Pinterest founder Ben Silbermann on creating the anti-social media platform

Pinterest wants to be the anti-social media platform.

Founder Ben Silbermann said the app, which allows users to “pin” pictures from around the web onto personal “boards,” says its primary goal is to inspire and ultimately get people offline. People can use Pinterest to gather recipes, help plan weddings or come up with ideas to redecorate their homes.

“At its most basic level, it’s just about you,” Silbermann told CNN Business’ Laurie Segall in a recent interview. “It’s not about following the news. It’s not about accruing followers. It’s not about following celebrities. It’s really about your personal interests.”

Since it launched in 2010, the platform has attracted about a quarter-billion users who check it monthly. That’s less than Twitter (321 million), Instagram (more than 1 billion) and Facebook(2.32 billion).

Pinterest started largely as a tool for parents, especially moms, but its user base has expanded, according to Silbermann. Creative professionals are increasingly using it to organize ideas: He recently learned that a writer from the hit Netflix series “Stranger Things” used Pinterest to create mood boards for the show’s 80s theme.

Unlike many of its competitors, Pinterest does not have so-called influencers who are paid by advertisers to post content. And the company allows people to keep their boards private.

“I think there are a lot of things that we could do in the product that would grow the number of users faster, but that wouldn’t be in line with the [Pinterest’s] spirit,” he said.

Silbermann says the company has been “fortunate” to attract investors and users who support its commitment to long-term growth. Pinterest is reportedly planning to go public this year.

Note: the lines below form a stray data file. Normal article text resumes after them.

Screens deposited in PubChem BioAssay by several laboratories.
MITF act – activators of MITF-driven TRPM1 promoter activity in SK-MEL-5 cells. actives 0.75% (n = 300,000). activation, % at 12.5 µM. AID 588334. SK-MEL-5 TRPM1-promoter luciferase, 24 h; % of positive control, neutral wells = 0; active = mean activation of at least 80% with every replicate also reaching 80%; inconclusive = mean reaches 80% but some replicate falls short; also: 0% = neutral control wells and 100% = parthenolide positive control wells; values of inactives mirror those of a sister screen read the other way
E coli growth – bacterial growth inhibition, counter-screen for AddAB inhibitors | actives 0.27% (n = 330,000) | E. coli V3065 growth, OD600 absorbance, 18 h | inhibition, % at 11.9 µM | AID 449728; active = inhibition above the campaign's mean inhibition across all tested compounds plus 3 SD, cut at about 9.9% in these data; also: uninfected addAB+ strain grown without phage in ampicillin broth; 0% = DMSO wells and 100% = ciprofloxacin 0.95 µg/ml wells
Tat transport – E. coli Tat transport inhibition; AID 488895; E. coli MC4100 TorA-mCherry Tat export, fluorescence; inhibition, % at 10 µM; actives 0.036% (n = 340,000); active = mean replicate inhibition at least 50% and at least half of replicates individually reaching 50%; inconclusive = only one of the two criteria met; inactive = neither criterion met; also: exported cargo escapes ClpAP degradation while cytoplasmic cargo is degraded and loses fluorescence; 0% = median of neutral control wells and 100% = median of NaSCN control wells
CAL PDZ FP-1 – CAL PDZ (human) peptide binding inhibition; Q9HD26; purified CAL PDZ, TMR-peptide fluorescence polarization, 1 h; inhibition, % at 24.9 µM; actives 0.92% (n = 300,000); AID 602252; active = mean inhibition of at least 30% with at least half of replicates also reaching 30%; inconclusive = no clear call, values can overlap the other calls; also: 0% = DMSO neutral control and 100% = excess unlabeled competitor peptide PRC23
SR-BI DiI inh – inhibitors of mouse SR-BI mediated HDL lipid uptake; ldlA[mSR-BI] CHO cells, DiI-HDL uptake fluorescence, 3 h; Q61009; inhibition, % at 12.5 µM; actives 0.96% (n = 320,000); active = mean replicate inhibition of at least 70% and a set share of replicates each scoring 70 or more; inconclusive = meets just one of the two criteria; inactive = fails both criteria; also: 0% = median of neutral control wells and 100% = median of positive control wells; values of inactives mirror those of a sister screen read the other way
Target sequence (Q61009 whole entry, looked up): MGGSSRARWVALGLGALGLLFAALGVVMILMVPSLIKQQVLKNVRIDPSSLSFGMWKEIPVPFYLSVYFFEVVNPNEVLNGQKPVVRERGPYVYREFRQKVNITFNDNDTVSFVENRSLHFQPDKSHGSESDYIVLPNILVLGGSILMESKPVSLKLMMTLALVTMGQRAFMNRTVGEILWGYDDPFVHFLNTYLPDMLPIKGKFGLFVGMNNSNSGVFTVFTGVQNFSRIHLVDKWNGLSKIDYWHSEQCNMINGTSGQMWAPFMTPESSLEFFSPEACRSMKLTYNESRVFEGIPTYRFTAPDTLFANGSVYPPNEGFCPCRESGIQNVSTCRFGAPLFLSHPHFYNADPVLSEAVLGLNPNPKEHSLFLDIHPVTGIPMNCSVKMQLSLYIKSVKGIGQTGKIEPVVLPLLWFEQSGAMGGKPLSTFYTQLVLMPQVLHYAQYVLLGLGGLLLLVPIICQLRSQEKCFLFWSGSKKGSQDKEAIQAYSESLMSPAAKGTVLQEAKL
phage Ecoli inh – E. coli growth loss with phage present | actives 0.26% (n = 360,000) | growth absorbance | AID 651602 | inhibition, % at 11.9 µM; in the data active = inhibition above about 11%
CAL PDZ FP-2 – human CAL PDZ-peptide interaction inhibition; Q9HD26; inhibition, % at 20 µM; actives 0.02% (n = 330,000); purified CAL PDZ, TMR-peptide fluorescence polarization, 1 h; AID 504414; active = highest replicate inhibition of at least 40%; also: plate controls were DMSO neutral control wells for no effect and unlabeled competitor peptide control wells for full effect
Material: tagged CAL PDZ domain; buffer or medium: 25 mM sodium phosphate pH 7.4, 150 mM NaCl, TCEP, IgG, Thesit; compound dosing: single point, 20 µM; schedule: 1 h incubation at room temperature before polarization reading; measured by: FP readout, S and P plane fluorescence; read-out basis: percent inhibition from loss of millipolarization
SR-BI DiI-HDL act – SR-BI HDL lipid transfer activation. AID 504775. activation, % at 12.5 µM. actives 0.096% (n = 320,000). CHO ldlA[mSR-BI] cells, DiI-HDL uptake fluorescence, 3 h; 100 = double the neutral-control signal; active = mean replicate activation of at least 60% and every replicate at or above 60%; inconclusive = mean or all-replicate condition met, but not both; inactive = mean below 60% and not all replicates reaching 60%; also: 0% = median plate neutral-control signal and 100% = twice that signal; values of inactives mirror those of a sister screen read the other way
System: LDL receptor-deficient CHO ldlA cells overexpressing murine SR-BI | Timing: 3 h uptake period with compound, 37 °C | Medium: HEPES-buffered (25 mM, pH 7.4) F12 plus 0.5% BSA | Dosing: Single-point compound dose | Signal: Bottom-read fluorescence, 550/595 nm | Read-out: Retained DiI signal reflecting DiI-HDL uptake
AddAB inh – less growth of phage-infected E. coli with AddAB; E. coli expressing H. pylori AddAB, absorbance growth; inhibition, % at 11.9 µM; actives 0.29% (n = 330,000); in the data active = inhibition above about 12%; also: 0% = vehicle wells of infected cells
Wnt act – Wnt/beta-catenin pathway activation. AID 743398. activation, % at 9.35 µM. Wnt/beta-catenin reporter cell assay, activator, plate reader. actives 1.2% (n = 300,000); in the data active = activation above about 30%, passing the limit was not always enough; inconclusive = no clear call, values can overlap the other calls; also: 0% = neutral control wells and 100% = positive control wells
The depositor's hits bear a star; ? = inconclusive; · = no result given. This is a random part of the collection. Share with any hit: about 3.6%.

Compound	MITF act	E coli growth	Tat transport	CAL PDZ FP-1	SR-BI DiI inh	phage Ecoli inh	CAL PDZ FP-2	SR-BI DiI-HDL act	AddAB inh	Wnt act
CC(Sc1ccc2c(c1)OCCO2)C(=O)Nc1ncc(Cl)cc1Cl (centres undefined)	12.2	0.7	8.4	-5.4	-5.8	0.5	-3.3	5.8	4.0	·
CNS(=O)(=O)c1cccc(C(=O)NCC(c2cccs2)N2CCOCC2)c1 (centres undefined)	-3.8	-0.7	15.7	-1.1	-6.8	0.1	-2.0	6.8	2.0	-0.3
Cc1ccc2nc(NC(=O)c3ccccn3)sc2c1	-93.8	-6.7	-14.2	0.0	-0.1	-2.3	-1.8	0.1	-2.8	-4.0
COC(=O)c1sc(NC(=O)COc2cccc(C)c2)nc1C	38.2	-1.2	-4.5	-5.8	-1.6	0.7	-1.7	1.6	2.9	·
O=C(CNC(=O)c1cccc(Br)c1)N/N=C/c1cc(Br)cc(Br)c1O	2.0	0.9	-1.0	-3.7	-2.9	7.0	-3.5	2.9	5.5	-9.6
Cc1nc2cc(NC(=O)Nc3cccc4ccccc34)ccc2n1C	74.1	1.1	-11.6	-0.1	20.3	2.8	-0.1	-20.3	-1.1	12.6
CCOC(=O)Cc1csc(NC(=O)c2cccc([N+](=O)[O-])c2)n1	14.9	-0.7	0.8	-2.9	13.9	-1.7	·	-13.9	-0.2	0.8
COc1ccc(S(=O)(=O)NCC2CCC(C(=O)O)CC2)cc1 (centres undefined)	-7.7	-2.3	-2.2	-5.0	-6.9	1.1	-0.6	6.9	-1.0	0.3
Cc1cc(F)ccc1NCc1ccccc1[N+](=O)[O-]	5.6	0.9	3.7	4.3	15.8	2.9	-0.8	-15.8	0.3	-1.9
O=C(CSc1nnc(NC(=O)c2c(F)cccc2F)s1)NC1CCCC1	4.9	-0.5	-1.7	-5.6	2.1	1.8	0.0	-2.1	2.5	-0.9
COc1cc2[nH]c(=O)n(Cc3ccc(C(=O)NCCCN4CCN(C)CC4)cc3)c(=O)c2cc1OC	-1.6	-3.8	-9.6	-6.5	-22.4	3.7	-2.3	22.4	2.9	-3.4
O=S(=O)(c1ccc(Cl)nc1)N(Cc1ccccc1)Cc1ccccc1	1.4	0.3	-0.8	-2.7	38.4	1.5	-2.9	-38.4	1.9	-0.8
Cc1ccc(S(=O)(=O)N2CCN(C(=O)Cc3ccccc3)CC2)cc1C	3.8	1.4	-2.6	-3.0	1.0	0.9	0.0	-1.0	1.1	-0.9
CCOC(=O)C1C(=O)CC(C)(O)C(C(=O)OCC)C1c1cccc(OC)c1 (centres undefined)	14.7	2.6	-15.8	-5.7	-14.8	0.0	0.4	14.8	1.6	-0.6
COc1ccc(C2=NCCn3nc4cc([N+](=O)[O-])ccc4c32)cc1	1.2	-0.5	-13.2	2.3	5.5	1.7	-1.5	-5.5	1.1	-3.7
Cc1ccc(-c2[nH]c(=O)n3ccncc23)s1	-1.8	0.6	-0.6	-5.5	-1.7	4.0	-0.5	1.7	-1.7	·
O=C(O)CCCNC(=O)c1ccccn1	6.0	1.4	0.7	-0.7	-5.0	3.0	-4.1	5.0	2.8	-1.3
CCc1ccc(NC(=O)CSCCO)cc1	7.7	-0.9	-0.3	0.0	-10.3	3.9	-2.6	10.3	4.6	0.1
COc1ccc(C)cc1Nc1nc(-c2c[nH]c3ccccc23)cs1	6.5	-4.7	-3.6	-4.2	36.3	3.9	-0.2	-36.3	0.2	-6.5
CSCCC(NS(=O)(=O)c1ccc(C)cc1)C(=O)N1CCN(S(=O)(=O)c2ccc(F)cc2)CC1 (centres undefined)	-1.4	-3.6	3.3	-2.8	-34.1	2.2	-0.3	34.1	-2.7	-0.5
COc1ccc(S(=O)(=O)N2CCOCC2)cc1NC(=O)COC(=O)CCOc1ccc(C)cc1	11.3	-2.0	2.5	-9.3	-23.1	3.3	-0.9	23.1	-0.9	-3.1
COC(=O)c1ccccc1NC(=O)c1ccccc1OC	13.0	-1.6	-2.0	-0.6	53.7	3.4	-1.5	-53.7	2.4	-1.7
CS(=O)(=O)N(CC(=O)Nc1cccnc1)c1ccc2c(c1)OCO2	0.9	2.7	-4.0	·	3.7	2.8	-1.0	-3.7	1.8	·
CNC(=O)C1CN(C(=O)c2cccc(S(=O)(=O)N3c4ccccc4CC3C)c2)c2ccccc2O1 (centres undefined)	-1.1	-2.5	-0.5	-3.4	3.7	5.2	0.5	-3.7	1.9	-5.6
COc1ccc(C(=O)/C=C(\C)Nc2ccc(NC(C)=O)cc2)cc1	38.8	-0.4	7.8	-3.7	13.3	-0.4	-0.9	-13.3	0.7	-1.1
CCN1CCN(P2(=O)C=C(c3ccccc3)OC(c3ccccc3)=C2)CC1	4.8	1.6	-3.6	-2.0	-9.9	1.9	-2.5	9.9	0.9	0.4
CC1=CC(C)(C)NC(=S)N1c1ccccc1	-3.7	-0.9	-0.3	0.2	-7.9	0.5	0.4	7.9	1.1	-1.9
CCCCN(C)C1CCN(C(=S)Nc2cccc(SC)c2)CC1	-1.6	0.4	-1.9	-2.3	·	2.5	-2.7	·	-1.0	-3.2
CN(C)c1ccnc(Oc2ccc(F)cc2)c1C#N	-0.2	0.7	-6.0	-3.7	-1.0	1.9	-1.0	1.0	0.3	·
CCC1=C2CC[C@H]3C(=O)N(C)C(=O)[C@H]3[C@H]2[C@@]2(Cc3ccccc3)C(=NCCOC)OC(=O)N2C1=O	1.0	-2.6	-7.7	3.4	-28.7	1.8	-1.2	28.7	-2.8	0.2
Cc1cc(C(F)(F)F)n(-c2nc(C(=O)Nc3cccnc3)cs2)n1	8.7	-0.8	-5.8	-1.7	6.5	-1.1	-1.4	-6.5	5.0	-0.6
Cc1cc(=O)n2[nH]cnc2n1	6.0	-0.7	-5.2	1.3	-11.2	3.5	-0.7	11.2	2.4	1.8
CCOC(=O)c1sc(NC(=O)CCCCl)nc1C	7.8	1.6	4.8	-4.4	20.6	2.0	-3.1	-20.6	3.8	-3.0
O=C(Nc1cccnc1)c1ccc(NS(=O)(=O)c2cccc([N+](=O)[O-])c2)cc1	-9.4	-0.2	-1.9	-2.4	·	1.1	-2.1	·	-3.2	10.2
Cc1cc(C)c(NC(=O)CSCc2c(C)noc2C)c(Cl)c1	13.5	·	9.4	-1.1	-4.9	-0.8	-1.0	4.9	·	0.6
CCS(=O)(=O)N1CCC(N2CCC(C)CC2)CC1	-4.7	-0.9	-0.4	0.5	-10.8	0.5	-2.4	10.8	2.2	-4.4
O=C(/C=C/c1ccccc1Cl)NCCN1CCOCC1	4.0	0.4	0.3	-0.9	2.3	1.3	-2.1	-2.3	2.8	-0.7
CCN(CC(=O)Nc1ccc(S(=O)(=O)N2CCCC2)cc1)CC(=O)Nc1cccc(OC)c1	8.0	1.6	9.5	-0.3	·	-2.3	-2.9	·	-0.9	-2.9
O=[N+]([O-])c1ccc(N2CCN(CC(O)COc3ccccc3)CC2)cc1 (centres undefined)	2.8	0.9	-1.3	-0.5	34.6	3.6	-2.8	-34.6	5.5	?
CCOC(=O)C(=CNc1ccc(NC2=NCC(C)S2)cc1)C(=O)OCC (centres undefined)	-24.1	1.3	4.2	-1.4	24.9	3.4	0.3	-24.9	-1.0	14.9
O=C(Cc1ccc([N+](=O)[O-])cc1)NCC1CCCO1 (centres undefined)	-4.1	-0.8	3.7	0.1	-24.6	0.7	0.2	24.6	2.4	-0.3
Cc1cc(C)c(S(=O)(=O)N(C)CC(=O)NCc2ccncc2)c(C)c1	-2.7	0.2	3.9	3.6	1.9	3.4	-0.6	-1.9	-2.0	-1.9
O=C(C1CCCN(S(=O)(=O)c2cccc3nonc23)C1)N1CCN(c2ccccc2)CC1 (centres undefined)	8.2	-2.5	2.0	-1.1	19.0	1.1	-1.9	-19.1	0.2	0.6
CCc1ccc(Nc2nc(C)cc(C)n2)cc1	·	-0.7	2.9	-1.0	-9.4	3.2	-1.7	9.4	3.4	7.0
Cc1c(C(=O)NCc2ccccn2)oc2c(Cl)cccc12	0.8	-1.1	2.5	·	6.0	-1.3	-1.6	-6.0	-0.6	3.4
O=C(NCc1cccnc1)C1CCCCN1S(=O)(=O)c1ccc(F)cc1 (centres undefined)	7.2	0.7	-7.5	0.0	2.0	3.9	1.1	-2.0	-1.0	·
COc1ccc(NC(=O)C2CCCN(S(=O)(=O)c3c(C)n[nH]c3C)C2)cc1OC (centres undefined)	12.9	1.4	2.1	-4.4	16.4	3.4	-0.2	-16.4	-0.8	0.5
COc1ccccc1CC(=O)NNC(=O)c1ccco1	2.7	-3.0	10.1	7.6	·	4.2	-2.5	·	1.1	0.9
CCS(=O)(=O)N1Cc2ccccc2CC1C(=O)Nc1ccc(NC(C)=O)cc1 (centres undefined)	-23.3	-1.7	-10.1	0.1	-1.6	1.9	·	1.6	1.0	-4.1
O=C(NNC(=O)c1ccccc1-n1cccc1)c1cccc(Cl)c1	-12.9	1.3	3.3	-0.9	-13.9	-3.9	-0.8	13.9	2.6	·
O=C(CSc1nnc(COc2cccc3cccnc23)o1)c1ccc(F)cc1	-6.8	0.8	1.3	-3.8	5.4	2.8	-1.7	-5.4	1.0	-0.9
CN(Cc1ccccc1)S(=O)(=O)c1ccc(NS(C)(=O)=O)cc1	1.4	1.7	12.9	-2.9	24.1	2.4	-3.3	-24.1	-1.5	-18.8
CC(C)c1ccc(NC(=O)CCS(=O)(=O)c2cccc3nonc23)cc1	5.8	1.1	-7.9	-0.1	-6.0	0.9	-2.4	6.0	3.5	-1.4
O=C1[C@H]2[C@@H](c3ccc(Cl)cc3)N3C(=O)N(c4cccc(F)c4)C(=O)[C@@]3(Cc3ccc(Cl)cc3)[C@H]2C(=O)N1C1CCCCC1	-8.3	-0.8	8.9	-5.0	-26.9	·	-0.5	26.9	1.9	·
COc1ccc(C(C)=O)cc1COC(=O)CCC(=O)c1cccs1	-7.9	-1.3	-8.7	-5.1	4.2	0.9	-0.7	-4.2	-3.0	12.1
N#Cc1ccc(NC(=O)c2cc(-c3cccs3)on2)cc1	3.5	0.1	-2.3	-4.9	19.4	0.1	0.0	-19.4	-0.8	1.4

“A lot of technology companies are grappling with this tension between just growing at all costs, and making sure that the way that the technology fits into people’s lives is something they consider positive,” he said.

But Silbermann admitted even Pinterest posts can have unintended consequences. For example, parents can use the platform to get over-the-top ideas for, say, making a Halloween costume or throwing a birthday party — and it can create the feeling of inadequacy. Studies show something similar about envying the lives of others on Facebook.

“Everyone is like, ‘Did you have a really fancy birthday party for your kid?’ And it was just like, we got a sheet cake from Safeway and ordered pizza,” he said. “People begin to feel pressured to be something other than themselves.”

While larger social media rivals like Facebook and Twitter have been loudly criticized by regulators and in the media for spreading fake news and foreign election meddling, Pinterest has generally flown below the radar — even though it too has been used as a tool to distribute some Russian propaganda.

Overall, however, Silbermann said he is “optimistic” about the internet’s impact on society.

“I’ve never thought about technology as good or bad. It’s not moral or immoral. I think technology is a tool, and then it’s what you do with that technology,” he said. “The question that a lot of companies and leaders have to ask themselves is, what do we want the technology to be used for at the end?”

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